Tuesday, January 31, 2023

BOOK REVIEW: Godmersham Park by Gill Hornby

Godmersham Park by Gill Hornby is a lovely quiet novel imagining the life of Jane Austen’s friend, Anne Sharp.


Anne is a well-educated young woman who finds herself in desperate straits after the death of her mother. Her father immediately disappears, leaving her a measly 35 pounds a year to live on. Now, her only option is to become a governess.

She is hired by Mr. and Mrs. Edward Austen. Edward is Jane Austen’s brother. He had been adopted by a wealthy childless couple, so he inherited Godmersham Park, a gorgeous country estate. These Austens now have a large brood of children and need a governess for their eldest daughter Fanny.

The novel shows the tenuous position of a governess in such a household. She is a servant and so should have no real expectations of friendship from family members. However, she is also above the other servants in status, so can expect no camaraderie there. Anne makes the best of this lonely life, but the poignancy is not lost on the reader.

Edward was not the eldest Austen brother. That is Henry. Henry is in a strange marriage with an older woman who keeps her distance from the family. Henry visits often and his visits are the highpoint of everyone’s life. He’s handsome, charming, and fun. He even flirts with Anne. Annoyed by him at first, Anne eventually succumbs. (Only as far as enjoying his company and being jealous when she sees him flirting with others. The flirtation is chaste.)

Another highpoint of Anne’s life is reading the letters written to Fanny by her Aunt Jane. When Jane (and sister Cassandra) finally come to Godmersham Park, Anne discovers a kindred spirit. Jane also lives on the edge of poverty. She is unmarried. Her father has died. The difference is Jane has a large family and brothers who have some obligation to support her. But Jane and Cassandra (and their mother) can never stay anywhere too long. (Jane is a writer, of course, but she has yet to earn anything from the endeavor.)

This friendship is a strong support for both women. Anne is temporarily in a good place. But a governess’ life is not a secure one. Anne suffers from cluster headaches which she can no longer hide from Mrs. Austen. And worse, the admiration that Henry feels for her is growing apparent.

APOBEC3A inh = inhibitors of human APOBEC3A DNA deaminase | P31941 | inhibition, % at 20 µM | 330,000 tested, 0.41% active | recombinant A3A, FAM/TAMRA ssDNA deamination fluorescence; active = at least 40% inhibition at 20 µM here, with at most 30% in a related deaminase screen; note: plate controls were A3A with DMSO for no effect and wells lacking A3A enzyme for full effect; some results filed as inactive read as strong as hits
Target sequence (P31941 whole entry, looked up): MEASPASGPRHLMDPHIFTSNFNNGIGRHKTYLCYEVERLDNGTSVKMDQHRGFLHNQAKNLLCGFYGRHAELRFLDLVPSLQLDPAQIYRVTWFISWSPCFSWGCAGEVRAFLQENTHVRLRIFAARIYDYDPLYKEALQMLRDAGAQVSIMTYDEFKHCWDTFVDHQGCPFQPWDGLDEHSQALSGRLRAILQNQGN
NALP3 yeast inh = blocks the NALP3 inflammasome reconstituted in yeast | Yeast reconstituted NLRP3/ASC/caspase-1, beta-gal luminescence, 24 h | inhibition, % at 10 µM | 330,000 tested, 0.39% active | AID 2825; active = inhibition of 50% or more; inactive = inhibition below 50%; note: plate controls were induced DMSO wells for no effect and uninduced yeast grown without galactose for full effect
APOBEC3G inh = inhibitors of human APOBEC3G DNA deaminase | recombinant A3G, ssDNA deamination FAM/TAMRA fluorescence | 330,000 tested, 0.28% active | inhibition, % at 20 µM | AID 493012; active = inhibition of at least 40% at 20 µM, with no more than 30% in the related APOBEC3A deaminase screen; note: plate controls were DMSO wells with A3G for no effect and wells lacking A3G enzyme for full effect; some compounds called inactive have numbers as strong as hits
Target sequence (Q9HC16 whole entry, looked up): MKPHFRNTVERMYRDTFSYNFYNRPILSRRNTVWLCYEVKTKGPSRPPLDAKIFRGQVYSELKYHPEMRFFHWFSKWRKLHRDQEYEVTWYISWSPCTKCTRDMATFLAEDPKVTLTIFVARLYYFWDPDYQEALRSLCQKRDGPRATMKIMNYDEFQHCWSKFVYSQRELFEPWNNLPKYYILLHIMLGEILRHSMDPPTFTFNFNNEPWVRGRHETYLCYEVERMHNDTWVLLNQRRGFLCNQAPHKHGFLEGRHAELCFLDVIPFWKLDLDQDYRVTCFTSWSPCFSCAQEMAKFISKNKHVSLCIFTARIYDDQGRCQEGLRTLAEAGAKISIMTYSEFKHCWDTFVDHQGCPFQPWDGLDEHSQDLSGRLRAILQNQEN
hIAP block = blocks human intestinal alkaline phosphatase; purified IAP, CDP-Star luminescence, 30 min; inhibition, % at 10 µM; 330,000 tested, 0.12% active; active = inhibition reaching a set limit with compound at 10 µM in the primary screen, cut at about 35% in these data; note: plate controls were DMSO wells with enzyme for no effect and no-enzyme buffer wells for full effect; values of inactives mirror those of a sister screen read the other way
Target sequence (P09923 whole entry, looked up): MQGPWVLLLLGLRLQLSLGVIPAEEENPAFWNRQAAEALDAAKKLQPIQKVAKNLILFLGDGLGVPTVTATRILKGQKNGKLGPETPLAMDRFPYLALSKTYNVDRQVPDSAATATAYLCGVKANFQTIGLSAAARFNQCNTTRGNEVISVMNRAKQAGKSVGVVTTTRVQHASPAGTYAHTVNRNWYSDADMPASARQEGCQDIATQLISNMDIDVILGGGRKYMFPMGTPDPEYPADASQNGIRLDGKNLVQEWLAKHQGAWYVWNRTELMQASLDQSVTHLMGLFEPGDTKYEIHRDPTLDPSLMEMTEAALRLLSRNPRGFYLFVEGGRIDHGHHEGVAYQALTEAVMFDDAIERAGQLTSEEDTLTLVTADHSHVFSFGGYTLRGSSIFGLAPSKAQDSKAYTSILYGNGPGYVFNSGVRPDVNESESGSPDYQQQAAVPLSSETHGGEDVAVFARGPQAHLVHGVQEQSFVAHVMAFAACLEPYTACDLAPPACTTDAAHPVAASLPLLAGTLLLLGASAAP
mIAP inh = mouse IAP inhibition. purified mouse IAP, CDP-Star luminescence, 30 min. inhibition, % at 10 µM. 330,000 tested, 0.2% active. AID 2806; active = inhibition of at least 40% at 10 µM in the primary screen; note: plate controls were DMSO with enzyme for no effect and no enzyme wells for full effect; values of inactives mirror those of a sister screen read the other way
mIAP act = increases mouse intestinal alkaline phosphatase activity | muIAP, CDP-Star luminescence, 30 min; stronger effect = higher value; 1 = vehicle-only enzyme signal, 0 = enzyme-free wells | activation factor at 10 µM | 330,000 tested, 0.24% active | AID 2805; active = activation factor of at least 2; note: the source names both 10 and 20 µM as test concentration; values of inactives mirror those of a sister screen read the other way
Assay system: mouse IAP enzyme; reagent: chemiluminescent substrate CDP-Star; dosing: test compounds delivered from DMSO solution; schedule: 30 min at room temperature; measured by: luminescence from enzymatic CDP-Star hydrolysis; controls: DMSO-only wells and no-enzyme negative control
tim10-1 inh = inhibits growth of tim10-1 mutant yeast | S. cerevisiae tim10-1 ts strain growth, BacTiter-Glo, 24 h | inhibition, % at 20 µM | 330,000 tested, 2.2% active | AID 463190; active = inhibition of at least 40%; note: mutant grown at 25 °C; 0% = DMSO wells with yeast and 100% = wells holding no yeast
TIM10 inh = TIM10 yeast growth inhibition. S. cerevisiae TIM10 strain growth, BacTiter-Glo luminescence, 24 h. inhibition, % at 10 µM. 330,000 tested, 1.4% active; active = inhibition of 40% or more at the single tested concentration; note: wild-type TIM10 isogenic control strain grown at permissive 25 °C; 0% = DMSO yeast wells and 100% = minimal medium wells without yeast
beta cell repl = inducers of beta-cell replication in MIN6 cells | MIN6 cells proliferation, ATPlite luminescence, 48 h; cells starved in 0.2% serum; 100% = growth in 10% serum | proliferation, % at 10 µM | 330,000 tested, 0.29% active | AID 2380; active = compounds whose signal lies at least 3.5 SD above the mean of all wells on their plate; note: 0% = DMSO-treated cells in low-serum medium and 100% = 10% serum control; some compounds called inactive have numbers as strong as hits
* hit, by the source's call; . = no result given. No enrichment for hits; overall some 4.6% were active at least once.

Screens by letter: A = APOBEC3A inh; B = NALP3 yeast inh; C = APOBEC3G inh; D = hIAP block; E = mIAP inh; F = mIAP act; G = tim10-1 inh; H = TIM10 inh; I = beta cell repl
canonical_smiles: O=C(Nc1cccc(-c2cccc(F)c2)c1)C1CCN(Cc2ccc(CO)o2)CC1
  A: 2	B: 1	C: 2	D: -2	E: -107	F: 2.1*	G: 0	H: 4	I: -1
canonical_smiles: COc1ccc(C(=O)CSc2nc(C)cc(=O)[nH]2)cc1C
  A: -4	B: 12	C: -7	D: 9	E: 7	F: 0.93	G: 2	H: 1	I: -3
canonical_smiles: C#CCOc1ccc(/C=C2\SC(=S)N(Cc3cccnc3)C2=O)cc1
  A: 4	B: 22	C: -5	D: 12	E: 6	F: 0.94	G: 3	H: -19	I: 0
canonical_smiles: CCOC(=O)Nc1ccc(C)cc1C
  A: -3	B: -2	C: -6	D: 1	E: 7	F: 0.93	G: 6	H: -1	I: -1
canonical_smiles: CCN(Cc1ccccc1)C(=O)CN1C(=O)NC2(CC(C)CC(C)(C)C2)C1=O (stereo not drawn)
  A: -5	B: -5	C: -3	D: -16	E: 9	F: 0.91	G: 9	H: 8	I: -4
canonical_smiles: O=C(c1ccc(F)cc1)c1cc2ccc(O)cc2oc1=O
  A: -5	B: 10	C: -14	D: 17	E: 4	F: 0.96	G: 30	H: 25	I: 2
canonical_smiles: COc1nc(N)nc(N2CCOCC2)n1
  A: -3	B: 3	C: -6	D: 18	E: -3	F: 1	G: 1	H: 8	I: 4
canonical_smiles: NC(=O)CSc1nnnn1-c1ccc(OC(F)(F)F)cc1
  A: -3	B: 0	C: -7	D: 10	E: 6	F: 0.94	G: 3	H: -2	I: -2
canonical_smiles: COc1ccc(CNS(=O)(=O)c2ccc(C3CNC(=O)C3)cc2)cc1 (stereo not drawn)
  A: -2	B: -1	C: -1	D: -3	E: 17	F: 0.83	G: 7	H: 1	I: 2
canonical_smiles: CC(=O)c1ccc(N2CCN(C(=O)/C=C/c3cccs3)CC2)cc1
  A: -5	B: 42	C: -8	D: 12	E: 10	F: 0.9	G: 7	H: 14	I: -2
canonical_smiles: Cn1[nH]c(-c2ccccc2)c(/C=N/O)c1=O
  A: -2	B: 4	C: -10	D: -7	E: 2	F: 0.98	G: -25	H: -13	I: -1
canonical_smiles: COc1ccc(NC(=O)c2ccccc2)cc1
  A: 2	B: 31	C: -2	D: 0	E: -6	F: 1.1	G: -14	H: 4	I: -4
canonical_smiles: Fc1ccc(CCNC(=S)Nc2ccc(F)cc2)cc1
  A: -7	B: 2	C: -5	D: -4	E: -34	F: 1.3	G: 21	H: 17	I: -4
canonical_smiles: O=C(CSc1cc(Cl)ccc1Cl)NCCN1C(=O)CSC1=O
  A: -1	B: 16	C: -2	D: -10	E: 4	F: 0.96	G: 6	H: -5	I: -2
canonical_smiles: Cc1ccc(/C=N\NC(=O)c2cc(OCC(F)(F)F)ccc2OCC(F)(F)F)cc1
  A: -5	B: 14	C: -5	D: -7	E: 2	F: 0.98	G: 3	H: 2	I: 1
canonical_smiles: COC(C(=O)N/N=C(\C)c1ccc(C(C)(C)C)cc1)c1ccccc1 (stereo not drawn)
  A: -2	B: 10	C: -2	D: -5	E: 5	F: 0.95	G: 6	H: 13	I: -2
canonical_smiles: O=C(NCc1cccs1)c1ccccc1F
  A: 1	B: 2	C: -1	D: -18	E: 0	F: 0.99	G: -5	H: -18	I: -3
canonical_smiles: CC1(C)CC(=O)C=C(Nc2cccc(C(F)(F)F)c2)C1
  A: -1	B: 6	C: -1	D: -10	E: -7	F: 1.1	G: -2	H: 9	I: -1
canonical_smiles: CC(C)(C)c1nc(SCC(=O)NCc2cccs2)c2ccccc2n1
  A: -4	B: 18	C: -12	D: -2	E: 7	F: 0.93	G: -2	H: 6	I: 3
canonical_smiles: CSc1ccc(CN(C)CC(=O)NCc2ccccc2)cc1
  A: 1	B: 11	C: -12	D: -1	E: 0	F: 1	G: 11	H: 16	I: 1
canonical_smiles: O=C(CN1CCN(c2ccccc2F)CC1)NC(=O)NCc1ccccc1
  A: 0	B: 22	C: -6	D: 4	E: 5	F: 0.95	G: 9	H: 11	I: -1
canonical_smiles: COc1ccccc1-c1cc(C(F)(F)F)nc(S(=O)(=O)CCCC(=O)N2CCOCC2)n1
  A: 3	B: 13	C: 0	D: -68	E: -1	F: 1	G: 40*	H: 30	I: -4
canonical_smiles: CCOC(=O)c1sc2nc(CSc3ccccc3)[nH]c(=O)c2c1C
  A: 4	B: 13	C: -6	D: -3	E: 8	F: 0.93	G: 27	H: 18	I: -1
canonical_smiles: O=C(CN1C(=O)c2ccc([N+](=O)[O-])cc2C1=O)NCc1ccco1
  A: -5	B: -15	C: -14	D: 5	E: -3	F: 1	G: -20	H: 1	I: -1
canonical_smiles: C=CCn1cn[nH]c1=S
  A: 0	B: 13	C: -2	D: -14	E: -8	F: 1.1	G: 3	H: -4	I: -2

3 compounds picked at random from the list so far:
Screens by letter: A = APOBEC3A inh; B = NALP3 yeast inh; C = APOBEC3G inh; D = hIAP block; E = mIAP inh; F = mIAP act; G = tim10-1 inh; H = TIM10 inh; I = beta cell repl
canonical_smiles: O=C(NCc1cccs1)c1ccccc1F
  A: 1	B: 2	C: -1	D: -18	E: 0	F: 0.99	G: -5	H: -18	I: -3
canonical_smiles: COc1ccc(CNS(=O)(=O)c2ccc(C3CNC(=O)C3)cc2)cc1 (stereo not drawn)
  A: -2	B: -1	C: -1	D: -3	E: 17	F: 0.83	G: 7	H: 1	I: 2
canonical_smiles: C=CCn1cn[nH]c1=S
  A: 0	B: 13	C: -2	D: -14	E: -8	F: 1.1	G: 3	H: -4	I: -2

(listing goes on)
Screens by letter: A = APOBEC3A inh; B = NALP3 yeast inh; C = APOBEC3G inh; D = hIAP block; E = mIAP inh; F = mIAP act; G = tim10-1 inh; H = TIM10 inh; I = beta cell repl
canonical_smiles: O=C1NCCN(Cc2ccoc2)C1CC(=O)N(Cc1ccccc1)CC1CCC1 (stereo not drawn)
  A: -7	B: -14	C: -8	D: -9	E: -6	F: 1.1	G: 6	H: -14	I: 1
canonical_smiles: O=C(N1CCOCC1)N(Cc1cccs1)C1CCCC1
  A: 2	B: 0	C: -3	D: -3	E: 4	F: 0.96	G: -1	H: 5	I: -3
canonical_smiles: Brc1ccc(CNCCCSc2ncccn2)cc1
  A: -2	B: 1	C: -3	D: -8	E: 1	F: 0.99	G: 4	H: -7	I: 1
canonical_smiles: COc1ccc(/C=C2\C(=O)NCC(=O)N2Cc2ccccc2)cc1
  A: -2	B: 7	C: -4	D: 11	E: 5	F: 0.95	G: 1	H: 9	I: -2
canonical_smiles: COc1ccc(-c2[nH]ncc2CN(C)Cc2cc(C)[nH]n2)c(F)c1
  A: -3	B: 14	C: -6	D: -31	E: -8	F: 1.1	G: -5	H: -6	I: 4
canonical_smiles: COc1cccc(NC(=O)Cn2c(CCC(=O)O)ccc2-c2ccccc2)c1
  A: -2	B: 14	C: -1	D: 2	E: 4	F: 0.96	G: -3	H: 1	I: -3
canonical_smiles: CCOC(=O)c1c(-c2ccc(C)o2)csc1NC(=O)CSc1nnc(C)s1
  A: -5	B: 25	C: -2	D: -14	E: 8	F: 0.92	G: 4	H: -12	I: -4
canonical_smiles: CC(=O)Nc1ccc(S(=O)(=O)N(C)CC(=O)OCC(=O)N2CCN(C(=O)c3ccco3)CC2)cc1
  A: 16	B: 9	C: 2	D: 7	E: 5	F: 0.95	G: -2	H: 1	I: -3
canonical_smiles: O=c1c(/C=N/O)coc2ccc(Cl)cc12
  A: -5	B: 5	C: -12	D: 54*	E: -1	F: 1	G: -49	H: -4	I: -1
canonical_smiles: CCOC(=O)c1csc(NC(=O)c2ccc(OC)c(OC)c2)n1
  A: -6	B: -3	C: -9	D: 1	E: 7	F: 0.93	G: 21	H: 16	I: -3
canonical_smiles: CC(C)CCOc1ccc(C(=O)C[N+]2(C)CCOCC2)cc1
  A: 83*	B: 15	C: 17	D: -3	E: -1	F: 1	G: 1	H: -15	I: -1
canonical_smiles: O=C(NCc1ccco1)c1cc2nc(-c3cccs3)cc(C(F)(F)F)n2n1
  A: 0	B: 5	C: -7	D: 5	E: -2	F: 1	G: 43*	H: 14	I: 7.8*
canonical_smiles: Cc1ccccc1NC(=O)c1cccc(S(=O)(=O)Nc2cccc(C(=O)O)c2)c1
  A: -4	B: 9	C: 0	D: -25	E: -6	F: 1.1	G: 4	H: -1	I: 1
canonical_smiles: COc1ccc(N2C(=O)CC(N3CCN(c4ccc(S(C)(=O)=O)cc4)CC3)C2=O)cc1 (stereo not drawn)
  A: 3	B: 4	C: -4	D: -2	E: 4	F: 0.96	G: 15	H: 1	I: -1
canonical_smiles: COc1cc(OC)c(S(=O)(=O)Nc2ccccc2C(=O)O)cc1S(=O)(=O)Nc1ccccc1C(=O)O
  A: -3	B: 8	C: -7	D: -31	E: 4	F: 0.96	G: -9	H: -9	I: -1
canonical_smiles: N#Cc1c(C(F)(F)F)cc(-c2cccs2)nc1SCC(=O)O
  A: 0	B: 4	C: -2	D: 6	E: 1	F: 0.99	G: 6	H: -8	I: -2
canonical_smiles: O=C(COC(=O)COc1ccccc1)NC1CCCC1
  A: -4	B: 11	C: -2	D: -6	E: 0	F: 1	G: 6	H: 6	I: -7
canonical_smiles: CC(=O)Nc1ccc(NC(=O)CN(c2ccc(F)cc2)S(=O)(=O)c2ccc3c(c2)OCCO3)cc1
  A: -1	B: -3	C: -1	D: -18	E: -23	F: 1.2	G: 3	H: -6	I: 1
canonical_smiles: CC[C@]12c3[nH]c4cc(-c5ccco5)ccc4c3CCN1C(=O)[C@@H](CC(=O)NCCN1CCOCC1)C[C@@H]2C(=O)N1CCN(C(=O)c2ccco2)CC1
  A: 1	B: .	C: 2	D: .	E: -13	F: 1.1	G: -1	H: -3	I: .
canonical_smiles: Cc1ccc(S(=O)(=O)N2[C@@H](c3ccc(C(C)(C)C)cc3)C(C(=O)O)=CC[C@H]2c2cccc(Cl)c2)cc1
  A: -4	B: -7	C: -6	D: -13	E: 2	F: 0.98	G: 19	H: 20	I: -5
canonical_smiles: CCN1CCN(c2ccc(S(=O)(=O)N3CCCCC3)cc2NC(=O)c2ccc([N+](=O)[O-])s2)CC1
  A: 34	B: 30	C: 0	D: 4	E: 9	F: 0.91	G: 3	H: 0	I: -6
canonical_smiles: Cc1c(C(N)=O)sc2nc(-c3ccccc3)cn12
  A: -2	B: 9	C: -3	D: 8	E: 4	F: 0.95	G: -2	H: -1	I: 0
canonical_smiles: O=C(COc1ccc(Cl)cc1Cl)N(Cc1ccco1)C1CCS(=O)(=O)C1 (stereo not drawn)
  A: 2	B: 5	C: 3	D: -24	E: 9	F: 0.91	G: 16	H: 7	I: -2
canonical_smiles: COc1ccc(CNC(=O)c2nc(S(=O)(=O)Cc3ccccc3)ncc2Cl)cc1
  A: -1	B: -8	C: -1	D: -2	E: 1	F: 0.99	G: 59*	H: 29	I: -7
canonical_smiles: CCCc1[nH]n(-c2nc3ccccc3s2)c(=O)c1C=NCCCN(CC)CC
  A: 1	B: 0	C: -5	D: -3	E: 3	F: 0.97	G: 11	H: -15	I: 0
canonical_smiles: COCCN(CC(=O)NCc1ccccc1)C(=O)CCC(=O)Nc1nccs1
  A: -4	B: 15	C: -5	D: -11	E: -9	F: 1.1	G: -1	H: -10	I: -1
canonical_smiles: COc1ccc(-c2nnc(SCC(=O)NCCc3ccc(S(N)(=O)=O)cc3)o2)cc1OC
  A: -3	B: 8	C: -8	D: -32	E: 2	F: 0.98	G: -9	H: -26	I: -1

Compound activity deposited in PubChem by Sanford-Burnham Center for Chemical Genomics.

Governesses are supposed to be invisible. Not complicated.

Godmersham Park is an interesting view of the Regency period and Jane Austen’s life looking through the window of her family.

Monday, January 23, 2023

BOOK REVIEW: A Perfect Engagement by Karla Kratovil

A Perfect Engagement by Karla Kratovil is a delightful Regency Romance, the first book in the Maidens of Marbury series.


Charlotte Grisham is a beautiful, tall, buxom young woman, the daughter of a baron, who has spent her whole life trying to please her unpleaseable mother and indifferent father. When she receives a marriage proposal from Miles Weston, Lord Hawksridge, she should finally be able to relax. She has succeeded. Except her mother will not let up. Lady Grisham has planned a house party in the country to announce the engagement and lord it over everyone – her daughter has snared a marquess.

Daniel Weston is Miles’ twin brother. He missed becoming marquess by a few minutes and is grateful for that. He sees what the responsibility has done to his brother. It shocks him that Miles found time to court a wife. Until Miles asks a favor. He’s supposed to go to this engagement house party but he has important business that can’t wait. Will Daniel, his identical twin, go to the party in his place and pose as him for a few days until he can arrive? Daniel thinks it’s a terrible idea, but he does it for his brother.